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Business to Business – Look For the Less Glamorous Accounts

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As a former franchisor and service sector operator I have an important piece of advice to discuss with you today. You see, these days I do a bit of consulting and thus, am constantly reading business plans for small business start-ups. One thing I always find is smaller companies always seem to want to immediately go after high-end clients, consumers and customers – and, if they plan on doing business-to-business contracting, the young and often naïve entrepreneurs tend to go after big brand name corporate clients. Still, I recommend a different tactic in this realm, let’s talk.

Sure, it makes sense to go after the high-end customers and name brands, but do not dismiss the less glamorous businesses to do business with. Have you ever heard the saying; “Sell to the masses and live with the classes?” Makes sense right. In fact, when operating my companies we never forgot this strategy. I find many entrepreneurs want to get their product into Home Depot, Target, Wal-Mart, Sears, etc. Or they want to partner with Starbucks, Apple, Nike or Google, but be careful, those companies have the pick of the litter, everyone wants to do business with them, so they always get the best price, meaning you’ll make less money and have to work on volume to make a profit, and you’ll have to invest big to upgrade just to handle the account – so in essence you are buying the account, not just getting the account.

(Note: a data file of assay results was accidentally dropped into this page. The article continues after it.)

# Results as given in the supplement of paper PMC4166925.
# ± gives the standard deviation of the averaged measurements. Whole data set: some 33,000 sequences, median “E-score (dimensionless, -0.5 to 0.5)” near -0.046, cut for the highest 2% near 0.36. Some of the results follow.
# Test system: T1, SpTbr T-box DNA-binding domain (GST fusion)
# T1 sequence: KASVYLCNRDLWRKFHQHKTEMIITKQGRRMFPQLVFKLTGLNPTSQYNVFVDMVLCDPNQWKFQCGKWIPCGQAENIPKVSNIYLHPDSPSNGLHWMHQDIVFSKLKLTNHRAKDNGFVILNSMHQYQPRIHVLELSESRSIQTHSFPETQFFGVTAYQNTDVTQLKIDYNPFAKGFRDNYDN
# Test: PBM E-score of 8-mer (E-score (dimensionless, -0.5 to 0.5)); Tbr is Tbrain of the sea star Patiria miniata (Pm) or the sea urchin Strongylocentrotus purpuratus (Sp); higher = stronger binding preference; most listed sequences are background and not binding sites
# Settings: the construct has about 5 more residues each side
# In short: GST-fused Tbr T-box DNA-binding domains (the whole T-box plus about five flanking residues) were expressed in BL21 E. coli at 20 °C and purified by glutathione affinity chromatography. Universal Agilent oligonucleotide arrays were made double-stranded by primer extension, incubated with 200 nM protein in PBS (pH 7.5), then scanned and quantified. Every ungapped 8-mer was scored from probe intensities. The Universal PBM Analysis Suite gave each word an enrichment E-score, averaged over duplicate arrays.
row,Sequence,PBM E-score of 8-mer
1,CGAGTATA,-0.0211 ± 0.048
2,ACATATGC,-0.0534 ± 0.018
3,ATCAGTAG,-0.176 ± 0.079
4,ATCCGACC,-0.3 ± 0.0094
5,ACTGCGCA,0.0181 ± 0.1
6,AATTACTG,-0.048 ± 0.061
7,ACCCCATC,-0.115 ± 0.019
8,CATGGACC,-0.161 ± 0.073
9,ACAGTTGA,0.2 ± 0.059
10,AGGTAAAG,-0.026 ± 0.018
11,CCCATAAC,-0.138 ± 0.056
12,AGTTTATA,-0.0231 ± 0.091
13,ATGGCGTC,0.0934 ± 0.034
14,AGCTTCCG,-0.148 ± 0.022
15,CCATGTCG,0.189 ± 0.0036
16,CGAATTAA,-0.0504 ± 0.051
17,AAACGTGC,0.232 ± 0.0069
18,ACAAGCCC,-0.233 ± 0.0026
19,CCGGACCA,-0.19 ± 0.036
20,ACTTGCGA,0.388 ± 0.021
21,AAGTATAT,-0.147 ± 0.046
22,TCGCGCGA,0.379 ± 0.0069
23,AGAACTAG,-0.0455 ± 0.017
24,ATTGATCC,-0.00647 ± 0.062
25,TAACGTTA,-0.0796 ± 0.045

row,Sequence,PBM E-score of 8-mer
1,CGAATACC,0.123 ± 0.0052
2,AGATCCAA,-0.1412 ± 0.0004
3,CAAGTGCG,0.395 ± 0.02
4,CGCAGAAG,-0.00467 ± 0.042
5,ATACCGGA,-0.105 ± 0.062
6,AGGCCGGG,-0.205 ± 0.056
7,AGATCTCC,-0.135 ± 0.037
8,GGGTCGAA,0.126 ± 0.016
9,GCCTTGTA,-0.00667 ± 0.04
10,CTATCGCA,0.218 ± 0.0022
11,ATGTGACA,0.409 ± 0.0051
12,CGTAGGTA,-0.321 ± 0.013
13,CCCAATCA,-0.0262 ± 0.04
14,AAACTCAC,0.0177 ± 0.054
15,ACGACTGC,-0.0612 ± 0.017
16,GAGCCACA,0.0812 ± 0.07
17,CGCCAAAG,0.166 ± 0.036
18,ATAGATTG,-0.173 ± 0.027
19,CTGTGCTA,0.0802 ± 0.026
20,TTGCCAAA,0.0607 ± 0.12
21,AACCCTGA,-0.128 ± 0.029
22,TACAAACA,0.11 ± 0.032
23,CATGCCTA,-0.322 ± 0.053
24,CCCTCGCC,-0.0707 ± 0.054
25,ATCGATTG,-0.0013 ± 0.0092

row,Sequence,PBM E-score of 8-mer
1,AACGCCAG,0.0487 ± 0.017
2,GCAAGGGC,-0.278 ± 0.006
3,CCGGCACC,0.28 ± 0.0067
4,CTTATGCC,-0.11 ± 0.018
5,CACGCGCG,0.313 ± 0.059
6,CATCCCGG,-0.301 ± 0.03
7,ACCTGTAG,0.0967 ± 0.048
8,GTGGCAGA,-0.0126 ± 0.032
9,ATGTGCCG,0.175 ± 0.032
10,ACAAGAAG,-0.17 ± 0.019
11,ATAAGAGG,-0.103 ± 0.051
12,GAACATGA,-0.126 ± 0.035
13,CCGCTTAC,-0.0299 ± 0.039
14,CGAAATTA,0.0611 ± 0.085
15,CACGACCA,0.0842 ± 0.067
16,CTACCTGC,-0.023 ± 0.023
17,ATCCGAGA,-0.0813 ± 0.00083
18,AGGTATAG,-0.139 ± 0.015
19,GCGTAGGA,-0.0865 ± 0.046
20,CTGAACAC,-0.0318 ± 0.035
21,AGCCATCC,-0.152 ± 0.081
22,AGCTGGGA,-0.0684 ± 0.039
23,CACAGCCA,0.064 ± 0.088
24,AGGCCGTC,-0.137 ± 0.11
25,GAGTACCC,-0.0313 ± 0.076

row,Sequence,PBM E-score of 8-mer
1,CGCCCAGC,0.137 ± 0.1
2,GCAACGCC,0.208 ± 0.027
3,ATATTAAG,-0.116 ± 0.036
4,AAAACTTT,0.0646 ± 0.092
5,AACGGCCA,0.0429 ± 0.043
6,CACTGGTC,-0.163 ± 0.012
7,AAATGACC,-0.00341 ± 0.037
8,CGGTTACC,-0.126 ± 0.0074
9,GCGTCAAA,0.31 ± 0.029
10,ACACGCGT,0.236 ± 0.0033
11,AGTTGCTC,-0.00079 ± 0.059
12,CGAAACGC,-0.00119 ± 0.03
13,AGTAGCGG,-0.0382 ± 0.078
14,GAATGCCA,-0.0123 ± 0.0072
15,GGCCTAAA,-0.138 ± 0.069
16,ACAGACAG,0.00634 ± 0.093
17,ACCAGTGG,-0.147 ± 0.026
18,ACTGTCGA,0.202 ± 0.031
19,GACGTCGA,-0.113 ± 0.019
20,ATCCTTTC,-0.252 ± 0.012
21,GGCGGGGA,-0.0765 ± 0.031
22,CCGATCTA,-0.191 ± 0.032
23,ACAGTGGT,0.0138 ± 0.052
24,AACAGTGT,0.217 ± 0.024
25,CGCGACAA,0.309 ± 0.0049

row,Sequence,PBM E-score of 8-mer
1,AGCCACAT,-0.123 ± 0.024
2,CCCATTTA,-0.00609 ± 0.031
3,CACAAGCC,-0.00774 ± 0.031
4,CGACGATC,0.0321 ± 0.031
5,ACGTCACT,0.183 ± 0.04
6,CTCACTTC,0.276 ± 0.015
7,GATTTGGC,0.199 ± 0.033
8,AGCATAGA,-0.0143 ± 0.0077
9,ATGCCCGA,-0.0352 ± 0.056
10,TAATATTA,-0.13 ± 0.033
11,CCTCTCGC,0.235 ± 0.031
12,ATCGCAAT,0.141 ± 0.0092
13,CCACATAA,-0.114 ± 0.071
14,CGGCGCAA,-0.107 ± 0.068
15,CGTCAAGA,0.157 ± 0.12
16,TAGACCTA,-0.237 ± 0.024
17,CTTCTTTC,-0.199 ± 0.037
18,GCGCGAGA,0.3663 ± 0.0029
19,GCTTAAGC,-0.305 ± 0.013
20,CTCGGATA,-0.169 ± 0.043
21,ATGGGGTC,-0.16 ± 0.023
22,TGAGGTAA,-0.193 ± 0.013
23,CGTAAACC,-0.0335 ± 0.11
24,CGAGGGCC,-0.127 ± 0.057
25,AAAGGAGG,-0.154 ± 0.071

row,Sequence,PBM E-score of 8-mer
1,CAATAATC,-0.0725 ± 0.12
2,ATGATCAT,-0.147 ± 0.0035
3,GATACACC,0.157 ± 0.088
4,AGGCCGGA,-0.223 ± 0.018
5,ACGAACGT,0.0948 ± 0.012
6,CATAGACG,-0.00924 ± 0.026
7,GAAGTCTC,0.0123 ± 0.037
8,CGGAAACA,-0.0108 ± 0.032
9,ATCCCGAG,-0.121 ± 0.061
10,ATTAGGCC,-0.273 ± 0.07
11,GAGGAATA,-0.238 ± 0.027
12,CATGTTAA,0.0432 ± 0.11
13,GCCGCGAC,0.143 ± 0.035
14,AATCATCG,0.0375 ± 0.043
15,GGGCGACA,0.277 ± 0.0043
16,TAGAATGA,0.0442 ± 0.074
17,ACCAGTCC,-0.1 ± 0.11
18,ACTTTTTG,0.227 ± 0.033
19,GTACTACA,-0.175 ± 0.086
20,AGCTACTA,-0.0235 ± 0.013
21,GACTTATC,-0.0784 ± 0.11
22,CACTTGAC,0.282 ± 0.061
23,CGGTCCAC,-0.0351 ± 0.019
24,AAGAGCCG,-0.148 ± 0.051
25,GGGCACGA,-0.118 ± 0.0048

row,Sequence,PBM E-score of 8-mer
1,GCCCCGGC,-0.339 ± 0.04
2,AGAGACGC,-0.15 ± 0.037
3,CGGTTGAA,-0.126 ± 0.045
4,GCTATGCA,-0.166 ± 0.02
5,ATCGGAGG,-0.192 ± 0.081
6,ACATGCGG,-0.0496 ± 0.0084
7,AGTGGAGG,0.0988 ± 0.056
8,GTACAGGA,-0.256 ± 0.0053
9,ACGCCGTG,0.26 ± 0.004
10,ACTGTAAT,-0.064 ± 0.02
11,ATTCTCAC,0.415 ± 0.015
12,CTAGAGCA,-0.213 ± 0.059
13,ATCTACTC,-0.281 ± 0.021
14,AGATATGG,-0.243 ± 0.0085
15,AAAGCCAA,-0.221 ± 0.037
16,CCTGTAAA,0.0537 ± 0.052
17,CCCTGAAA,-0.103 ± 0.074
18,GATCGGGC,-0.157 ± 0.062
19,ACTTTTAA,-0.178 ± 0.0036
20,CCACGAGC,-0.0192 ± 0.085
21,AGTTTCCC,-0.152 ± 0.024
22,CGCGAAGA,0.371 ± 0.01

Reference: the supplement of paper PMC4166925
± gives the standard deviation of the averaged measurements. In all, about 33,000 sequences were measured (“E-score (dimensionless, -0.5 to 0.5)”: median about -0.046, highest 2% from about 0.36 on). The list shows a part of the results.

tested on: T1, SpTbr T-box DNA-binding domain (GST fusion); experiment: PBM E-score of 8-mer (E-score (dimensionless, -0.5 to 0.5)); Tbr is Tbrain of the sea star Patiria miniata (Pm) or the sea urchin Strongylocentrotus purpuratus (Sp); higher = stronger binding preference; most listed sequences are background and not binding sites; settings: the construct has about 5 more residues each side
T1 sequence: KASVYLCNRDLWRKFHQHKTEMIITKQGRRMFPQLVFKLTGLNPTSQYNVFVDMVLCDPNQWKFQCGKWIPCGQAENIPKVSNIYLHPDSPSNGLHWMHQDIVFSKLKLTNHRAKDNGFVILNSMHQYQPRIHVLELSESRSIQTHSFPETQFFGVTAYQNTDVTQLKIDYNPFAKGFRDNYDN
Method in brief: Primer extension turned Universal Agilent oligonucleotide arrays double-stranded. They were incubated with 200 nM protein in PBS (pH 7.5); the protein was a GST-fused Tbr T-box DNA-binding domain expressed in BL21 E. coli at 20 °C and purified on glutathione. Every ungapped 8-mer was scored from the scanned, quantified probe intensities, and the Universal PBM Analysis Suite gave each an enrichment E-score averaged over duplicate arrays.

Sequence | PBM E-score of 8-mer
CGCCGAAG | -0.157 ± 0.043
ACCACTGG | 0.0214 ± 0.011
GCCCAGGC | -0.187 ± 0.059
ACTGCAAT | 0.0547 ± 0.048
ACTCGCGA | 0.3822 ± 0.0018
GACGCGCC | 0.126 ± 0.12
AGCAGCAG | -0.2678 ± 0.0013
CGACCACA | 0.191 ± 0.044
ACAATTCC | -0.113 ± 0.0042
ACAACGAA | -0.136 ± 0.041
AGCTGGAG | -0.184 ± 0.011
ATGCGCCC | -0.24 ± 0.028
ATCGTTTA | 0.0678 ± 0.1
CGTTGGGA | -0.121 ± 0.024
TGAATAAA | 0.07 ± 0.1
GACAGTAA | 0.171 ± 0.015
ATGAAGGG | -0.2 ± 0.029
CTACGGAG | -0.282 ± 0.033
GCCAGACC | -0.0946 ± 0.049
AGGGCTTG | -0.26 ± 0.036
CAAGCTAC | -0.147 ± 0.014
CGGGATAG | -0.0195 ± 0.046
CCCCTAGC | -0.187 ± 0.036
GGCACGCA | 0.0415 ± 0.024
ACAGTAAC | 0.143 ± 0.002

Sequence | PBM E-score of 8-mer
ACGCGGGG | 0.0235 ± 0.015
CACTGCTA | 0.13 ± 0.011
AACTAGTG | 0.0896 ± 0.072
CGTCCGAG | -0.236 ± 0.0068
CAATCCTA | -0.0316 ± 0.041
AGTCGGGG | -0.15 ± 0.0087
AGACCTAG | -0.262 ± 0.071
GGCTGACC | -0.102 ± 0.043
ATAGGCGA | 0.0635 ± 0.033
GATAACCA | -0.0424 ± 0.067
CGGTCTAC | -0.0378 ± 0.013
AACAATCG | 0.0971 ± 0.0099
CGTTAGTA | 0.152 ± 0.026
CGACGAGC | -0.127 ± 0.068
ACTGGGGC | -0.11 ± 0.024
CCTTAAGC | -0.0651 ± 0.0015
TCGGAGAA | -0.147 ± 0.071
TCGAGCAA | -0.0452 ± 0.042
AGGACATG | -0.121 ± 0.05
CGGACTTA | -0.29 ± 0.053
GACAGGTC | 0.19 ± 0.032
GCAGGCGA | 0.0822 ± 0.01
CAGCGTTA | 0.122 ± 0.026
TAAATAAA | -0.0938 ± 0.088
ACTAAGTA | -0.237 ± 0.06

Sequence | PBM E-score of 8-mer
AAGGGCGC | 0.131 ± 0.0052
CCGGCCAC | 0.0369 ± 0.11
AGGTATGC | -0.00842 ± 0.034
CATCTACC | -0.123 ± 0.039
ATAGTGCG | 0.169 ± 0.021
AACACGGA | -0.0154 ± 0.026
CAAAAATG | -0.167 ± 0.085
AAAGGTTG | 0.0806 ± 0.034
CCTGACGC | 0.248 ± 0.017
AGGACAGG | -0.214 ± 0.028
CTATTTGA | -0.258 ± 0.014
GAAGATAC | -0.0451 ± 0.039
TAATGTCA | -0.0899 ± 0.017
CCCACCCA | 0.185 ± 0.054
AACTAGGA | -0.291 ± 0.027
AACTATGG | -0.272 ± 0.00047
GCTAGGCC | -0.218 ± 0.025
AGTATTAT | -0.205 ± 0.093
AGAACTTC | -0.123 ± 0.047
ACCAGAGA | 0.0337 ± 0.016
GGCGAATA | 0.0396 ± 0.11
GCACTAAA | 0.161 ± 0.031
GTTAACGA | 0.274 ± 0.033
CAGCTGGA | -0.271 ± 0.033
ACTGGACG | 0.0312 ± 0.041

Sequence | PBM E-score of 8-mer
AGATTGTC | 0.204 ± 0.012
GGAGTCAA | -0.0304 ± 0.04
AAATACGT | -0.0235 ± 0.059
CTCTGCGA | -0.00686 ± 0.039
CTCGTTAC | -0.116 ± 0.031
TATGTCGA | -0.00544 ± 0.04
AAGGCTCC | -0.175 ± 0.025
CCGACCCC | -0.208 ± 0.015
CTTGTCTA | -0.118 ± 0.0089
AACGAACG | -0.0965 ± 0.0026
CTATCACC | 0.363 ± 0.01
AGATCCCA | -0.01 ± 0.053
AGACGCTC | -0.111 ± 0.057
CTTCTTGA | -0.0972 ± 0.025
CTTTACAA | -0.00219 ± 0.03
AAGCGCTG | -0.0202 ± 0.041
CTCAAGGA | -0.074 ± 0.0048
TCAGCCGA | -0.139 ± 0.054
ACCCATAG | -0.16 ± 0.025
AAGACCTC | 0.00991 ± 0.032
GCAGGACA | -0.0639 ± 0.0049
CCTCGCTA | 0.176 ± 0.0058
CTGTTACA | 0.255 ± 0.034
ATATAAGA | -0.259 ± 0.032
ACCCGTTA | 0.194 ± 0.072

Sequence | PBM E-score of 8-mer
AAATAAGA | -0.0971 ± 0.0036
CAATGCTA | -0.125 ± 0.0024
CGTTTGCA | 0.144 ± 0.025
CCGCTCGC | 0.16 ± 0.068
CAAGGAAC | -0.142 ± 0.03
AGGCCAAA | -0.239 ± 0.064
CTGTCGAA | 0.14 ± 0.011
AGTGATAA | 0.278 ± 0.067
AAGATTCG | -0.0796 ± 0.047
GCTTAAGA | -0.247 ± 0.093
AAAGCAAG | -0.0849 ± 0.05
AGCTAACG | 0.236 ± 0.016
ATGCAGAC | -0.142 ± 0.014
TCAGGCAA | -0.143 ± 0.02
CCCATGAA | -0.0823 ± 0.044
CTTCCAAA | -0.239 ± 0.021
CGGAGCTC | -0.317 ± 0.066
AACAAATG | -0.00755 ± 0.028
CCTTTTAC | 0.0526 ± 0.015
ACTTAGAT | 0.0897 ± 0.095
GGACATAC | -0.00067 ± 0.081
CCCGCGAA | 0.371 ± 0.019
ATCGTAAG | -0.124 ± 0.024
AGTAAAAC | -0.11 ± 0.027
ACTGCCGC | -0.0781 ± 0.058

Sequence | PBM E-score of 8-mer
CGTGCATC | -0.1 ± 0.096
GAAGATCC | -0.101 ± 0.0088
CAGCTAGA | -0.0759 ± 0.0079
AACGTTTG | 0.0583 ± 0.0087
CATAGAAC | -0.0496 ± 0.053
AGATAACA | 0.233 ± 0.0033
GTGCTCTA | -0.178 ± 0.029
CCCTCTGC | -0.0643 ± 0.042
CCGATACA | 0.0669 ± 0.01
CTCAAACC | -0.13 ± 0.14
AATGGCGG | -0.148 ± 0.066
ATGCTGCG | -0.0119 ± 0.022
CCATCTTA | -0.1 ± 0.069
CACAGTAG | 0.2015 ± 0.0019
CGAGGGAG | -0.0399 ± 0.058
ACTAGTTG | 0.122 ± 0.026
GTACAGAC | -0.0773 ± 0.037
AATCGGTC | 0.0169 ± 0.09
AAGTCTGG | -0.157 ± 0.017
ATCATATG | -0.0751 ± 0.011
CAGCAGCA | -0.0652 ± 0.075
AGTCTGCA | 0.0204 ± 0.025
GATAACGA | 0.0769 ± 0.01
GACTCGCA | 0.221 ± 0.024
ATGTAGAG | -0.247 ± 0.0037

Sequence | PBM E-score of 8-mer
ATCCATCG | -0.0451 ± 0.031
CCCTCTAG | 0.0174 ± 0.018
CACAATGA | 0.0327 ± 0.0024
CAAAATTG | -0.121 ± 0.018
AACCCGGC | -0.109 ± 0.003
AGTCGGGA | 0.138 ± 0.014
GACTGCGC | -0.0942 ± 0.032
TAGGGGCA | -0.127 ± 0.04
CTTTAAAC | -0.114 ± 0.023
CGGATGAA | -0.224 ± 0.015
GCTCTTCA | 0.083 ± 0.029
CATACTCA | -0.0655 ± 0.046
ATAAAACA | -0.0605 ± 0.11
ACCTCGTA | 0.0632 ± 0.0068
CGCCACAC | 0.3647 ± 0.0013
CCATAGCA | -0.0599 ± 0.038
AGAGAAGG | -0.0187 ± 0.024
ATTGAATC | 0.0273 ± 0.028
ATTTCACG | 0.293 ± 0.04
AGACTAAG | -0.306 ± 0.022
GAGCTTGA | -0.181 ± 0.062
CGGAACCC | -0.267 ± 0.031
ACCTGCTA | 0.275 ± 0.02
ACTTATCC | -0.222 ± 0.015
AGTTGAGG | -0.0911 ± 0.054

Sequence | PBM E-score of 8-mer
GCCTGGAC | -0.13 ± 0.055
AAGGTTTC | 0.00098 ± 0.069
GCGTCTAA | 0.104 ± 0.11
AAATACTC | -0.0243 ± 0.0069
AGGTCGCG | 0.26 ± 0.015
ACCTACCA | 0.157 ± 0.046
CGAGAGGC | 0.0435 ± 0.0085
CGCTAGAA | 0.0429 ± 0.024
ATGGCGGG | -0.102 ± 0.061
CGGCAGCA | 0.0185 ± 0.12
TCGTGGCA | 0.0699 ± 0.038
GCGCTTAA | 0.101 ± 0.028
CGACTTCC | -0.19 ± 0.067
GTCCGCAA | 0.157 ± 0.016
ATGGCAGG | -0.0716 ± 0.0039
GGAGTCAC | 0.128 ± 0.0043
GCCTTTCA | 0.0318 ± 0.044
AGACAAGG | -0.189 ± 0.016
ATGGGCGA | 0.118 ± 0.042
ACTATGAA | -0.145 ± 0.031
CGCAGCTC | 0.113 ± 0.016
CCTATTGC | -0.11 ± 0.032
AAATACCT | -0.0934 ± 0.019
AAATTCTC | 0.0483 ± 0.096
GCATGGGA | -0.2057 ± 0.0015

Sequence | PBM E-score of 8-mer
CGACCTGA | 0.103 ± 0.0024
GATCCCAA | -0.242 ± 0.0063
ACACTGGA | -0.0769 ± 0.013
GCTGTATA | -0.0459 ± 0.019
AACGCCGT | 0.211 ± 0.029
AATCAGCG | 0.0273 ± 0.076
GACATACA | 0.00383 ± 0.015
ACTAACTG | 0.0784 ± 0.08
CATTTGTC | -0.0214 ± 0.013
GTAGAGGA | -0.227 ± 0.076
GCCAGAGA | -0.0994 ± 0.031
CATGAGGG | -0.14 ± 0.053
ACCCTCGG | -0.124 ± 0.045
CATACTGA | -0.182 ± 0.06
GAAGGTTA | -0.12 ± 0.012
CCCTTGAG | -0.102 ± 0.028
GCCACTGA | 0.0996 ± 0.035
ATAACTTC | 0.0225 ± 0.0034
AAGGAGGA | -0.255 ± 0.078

In my previous company we did on-site contract cleaning and had sales teams and worked off of a Bonzai-Blitz Mission marketing strategy, one which works for any company doing B2B services. What we found was the less glamorous type accounts; cleaning garbage trucks for instance actually paid the most money because no one else ever bid on the account.

Indeed, we ended up cleaning all sorts of things that no one else was competing for such as cleaning off Solar Panels, Restaurant Patios, Garage Doors, Awnings, Rain Gutters, Driveways, Gazebos, Artificial Drought Resistant Grass, Jacuzzi’s at Hotels, Storm Drains, Locomotives and Rail Cars. It was truly amazing how easy it was to secure a strong cash flow without ever having to lower our bid to get the work. That’s not to say that becoming a vendor for a large company will not be lucrative, it surely can be, but also realize how many companies have gone broke trying to perform with razor thin margins as a vendor of Sears or Wal-Mart.

By Lance Winslow

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